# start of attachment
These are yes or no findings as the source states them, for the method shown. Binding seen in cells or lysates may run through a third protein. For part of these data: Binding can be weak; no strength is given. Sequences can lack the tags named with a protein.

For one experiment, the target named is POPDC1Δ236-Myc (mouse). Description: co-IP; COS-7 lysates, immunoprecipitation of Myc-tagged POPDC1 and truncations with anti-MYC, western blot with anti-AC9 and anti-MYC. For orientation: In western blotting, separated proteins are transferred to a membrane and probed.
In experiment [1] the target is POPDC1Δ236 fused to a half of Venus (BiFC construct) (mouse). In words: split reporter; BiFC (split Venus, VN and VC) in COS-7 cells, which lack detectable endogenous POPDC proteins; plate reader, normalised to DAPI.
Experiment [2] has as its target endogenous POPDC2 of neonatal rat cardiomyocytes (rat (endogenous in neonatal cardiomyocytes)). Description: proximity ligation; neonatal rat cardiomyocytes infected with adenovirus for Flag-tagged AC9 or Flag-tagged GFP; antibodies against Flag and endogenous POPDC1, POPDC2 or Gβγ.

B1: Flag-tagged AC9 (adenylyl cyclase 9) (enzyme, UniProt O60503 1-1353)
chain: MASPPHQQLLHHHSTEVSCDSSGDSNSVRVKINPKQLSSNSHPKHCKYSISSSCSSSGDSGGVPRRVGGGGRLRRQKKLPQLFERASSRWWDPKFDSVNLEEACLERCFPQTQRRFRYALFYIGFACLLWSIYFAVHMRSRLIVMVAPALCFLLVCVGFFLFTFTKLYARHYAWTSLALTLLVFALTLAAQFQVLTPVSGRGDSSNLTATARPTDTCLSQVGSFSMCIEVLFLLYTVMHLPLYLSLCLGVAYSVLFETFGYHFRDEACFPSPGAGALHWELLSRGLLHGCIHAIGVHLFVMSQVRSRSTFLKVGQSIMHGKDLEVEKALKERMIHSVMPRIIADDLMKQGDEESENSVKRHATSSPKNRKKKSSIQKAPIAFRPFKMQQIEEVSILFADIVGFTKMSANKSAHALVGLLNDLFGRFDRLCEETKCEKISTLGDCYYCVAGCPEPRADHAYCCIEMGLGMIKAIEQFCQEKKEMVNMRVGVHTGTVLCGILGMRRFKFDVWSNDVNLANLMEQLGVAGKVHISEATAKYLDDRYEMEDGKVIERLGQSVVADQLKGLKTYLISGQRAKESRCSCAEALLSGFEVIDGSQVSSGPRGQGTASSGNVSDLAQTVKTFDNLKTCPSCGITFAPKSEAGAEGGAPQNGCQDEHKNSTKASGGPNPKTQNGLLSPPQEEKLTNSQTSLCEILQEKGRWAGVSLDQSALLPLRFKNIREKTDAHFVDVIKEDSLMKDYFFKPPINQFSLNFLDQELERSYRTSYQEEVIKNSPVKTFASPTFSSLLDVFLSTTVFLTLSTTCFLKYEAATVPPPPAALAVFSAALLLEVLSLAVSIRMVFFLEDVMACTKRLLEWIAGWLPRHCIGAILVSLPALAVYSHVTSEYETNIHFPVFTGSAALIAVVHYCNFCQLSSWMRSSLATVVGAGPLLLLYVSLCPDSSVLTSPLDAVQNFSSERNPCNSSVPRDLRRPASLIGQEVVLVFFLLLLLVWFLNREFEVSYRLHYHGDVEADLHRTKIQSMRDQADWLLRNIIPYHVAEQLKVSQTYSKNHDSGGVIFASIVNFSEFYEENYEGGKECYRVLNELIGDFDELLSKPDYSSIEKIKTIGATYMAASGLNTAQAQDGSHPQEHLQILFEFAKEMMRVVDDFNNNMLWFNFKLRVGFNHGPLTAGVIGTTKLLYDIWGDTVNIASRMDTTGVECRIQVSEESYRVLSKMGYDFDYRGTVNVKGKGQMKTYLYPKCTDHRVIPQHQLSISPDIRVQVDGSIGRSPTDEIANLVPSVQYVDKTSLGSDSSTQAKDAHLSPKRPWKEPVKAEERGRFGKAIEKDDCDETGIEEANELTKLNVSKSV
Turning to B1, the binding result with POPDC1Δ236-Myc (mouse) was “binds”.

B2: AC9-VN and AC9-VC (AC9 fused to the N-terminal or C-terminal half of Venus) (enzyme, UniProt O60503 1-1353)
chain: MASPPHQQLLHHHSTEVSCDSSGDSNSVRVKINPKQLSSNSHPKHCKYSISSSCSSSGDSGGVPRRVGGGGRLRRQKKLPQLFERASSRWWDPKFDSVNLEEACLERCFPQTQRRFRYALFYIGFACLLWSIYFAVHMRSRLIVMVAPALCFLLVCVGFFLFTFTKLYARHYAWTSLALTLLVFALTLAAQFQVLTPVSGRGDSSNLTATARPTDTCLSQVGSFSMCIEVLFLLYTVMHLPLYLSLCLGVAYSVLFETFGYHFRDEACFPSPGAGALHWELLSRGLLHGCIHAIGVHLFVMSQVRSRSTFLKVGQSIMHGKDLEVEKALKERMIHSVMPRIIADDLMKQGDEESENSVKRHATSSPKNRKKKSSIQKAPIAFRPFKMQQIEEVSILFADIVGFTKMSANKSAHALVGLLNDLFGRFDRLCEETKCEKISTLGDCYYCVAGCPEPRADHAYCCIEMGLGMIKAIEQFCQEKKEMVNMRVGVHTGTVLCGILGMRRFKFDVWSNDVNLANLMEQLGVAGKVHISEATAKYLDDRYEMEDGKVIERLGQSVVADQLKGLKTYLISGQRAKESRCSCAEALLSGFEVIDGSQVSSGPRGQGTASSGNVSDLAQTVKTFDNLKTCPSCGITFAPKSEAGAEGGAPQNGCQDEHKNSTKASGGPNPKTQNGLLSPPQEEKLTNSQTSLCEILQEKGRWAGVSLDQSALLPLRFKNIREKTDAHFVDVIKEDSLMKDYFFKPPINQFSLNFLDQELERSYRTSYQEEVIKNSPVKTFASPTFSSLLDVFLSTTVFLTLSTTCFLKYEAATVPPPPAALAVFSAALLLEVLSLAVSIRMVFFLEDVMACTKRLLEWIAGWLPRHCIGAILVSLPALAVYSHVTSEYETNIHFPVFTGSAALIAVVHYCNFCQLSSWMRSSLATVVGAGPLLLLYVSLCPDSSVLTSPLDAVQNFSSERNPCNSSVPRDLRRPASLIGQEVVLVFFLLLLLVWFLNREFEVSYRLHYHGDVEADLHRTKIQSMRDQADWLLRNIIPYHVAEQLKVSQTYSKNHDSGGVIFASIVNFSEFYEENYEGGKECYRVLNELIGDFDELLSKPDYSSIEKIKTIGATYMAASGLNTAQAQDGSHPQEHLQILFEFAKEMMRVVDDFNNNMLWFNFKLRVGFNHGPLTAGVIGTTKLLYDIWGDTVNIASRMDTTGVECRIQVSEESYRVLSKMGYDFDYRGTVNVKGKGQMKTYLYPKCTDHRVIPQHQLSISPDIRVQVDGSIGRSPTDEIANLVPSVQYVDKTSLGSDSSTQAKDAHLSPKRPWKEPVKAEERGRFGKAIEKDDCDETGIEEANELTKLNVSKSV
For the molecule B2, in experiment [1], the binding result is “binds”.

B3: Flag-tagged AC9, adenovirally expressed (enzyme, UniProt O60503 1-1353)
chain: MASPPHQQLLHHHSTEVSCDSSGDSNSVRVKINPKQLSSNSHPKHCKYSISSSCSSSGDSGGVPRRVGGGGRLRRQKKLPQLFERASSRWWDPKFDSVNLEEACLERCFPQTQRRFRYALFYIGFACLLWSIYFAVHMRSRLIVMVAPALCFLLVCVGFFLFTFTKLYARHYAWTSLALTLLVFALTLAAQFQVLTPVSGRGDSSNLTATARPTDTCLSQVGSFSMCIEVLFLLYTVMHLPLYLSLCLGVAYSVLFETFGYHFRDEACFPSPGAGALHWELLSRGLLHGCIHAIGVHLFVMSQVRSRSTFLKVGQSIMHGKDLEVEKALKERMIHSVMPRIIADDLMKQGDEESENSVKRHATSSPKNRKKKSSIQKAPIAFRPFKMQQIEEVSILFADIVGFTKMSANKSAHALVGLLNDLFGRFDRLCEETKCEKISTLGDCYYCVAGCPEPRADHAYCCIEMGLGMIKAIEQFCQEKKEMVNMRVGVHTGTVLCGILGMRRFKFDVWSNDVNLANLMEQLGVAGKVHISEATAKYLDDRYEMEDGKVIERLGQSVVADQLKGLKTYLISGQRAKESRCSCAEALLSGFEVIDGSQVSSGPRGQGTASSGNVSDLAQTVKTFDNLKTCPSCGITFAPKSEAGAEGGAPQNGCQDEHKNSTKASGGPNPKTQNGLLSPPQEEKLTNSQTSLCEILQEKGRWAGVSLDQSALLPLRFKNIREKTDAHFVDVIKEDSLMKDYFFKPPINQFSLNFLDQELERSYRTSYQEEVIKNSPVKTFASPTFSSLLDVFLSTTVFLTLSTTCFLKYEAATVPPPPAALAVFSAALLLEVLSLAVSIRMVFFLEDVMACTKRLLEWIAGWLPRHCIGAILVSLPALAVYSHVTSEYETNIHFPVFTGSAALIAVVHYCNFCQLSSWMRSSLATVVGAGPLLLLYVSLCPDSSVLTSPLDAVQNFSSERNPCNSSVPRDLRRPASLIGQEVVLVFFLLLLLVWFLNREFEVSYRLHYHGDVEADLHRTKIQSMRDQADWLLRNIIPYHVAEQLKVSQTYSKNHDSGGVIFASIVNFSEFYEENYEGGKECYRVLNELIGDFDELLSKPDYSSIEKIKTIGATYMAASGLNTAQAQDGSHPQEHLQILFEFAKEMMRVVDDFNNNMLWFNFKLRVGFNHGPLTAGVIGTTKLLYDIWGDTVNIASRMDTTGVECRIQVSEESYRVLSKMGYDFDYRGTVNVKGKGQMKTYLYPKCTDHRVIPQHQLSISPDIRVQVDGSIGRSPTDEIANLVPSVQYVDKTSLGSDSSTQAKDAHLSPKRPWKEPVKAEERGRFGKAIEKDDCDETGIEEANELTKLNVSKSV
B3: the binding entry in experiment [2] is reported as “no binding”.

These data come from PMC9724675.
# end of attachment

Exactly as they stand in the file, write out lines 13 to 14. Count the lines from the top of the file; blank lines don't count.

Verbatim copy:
B3: the binding entry in experiment [2] is reported as “no binding”.

These data come from PMC9724675.